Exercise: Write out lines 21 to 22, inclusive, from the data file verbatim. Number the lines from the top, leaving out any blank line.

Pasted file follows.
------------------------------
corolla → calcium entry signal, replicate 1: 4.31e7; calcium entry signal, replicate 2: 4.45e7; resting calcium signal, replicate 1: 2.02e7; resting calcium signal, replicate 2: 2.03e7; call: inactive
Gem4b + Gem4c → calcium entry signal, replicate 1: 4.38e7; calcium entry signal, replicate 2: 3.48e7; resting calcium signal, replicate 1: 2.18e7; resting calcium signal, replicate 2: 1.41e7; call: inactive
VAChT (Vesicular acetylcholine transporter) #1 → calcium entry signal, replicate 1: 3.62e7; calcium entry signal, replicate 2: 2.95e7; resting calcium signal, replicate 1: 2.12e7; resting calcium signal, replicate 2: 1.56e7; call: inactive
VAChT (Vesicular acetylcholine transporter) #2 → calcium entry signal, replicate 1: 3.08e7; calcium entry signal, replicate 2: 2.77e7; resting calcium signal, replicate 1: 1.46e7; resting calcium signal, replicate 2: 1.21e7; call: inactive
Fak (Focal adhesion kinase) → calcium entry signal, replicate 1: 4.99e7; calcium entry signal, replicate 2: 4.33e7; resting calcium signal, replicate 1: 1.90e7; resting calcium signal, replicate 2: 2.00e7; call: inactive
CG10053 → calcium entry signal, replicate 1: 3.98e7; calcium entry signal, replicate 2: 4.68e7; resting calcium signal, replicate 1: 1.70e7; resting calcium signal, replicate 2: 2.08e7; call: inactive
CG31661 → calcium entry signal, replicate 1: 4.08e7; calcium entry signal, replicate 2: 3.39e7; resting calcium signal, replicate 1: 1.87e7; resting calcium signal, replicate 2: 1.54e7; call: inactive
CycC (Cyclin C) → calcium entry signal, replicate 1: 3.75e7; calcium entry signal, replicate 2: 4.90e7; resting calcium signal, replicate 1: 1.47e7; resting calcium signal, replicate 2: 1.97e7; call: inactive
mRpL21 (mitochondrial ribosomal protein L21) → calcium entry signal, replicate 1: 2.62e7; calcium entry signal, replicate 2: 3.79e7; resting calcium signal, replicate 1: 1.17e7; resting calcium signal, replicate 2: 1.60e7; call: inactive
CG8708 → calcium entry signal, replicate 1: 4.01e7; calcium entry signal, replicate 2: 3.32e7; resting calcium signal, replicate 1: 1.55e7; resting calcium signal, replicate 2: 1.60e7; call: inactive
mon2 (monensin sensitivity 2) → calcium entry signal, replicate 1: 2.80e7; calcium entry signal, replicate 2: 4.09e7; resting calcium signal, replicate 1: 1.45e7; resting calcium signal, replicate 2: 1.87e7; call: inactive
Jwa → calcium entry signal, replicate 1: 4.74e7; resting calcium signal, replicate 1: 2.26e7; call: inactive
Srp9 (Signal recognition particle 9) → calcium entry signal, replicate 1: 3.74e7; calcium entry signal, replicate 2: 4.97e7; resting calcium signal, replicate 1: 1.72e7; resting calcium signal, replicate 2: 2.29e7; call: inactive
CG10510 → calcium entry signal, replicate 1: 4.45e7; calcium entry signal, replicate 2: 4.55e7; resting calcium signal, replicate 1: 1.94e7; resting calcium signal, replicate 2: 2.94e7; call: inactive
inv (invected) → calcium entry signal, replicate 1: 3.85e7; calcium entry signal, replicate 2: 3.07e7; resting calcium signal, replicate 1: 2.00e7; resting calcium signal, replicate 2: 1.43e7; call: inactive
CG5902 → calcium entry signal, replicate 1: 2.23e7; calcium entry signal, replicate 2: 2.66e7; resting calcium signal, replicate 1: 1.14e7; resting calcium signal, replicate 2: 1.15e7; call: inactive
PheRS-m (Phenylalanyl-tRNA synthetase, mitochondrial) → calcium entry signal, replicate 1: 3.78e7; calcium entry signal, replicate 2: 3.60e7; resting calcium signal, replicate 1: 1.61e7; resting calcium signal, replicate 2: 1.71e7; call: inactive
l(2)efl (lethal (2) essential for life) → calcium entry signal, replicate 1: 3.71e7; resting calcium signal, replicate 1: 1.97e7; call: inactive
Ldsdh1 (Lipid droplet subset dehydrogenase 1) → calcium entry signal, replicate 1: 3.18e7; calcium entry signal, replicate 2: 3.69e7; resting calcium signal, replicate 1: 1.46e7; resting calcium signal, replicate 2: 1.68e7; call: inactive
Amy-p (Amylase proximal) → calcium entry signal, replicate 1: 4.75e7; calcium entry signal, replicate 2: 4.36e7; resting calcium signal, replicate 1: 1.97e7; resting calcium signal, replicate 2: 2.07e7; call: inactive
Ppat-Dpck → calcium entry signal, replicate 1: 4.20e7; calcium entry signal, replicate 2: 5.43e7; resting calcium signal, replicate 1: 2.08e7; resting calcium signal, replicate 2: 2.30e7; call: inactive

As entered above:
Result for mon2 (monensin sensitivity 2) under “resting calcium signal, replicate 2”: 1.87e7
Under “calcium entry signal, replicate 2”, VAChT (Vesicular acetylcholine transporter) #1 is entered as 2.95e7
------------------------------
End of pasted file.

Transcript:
Ppat-Dpck → calcium entry signal, replicate 1: 4.20e7; calcium entry signal, replicate 2: 5.43e7; resting calcium signal, replicate 1: 2.08e7; resting calcium signal, replicate 2: 2.30e7; call: inactive

As entered above: